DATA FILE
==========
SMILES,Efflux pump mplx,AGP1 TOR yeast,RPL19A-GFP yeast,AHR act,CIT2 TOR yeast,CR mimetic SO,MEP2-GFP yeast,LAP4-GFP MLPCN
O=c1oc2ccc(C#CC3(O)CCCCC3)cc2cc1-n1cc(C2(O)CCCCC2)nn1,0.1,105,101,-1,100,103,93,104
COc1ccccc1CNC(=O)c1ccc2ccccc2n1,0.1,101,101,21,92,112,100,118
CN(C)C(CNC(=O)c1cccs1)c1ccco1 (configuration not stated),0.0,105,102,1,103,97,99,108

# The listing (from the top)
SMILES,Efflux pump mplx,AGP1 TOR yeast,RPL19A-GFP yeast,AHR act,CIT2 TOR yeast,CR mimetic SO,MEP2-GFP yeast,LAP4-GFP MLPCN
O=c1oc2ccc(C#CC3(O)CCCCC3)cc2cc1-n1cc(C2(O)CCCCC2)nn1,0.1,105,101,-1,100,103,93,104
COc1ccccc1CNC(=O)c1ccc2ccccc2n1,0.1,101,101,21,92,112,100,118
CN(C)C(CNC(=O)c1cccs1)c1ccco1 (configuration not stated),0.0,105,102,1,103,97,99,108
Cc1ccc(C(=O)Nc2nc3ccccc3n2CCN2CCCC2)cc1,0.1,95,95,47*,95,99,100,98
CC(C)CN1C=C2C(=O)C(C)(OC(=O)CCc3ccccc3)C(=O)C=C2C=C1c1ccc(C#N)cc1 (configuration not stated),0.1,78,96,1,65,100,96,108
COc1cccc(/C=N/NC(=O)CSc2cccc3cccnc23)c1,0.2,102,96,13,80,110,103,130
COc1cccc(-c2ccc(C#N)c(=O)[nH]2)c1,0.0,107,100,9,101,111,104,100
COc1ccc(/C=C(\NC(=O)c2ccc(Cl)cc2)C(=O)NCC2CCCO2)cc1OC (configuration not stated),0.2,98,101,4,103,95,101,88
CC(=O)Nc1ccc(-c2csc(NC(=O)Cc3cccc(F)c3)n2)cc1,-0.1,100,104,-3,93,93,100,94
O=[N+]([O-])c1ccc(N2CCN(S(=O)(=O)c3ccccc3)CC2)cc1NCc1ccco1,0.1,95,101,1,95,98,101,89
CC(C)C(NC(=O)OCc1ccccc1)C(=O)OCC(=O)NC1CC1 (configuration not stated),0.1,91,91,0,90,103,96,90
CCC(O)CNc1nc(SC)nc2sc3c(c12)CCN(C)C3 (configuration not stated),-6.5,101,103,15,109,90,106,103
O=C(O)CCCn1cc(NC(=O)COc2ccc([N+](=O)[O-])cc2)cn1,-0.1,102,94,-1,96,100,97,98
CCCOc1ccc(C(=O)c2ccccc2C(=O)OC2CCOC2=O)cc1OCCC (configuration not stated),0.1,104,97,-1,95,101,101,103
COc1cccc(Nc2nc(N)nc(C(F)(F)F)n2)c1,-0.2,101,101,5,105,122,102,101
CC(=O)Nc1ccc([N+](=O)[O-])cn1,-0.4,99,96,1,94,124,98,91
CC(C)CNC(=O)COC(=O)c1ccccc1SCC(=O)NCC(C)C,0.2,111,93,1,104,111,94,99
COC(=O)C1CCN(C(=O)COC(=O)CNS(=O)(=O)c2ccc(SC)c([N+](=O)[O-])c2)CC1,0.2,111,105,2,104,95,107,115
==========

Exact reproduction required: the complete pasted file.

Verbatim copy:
SMILES,Efflux pump mplx,AGP1 TOR yeast,RPL19A-GFP yeast,AHR act,CIT2 TOR yeast,CR mimetic SO,MEP2-GFP yeast,LAP4-GFP MLPCN
O=c1oc2ccc(C#CC3(O)CCCCC3)cc2cc1-n1cc(C2(O)CCCCC2)nn1,0.1,105,101,-1,100,103,93,104
COc1ccccc1CNC(=O)c1ccc2ccccc2n1,0.1,101,101,21,92,112,100,118
CN(C)C(CNC(=O)c1cccs1)c1ccco1 (configuration not stated),0.0,105,102,1,103,97,99,108

# The listing (from the top)
SMILES,Efflux pump mplx,AGP1 TOR yeast,RPL19A-GFP yeast,AHR act,CIT2 TOR yeast,CR mimetic SO,MEP2-GFP yeast,LAP4-GFP MLPCN
O=c1oc2ccc(C#CC3(O)CCCCC3)cc2cc1-n1cc(C2(O)CCCCC2)nn1,0.1,105,101,-1,100,103,93,104
COc1ccccc1CNC(=O)c1ccc2ccccc2n1,0.1,101,101,21,92,112,100,118
CN(C)C(CNC(=O)c1cccs1)c1ccco1 (configuration not stated),0.0,105,102,1,103,97,99,108
Cc1ccc(C(=O)Nc2nc3ccccc3n2CCN2CCCC2)cc1,0.1,95,95,47*,95,99,100,98
CC(C)CN1C=C2C(=O)C(C)(OC(=O)CCc3ccccc3)C(=O)C=C2C=C1c1ccc(C#N)cc1 (configuration not stated),0.1,78,96,1,65,100,96,108
COc1cccc(/C=N/NC(=O)CSc2cccc3cccnc23)c1,0.2,102,96,13,80,110,103,130
COc1cccc(-c2ccc(C#N)c(=O)[nH]2)c1,0.0,107,100,9,101,111,104,100
COc1ccc(/C=C(\NC(=O)c2ccc(Cl)cc2)C(=O)NCC2CCCO2)cc1OC (configuration not stated),0.2,98,101,4,103,95,101,88
CC(=O)Nc1ccc(-c2csc(NC(=O)Cc3cccc(F)c3)n2)cc1,-0.1,100,104,-3,93,93,100,94
O=[N+]([O-])c1ccc(N2CCN(S(=O)(=O)c3ccccc3)CC2)cc1NCc1ccco1,0.1,95,101,1,95,98,101,89
CC(C)C(NC(=O)OCc1ccccc1)C(=O)OCC(=O)NC1CC1 (configuration not stated),0.1,91,91,0,90,103,96,90
CCC(O)CNc1nc(SC)nc2sc3c(c12)CCN(C)C3 (configuration not stated),-6.5,101,103,15,109,90,106,103
O=C(O)CCCn1cc(NC(=O)COc2ccc([N+](=O)[O-])cc2)cn1,-0.1,102,94,-1,96,100,97,98
CCCOc1ccc(C(=O)c2ccccc2C(=O)OC2CCOC2=O)cc1OCCC (configuration not stated),0.1,104,97,-1,95,101,101,103
COc1cccc(Nc2nc(N)nc(C(F)(F)F)n2)c1,-0.2,101,101,5,105,122,102,101
CC(=O)Nc1ccc([N+](=O)[O-])cn1,-0.4,99,96,1,94,124,98,91
CC(C)CNC(=O)COC(=O)c1ccccc1SCC(=O)NCC(C)C,0.2,111,93,1,104,111,94,99
COC(=O)C1CCN(C(=O)COC(=O)CNS(=O)(=O)c2ccc(SC)c([N+](=O)[O-])c2)CC1,0.2,111,105,2,104,95,107,115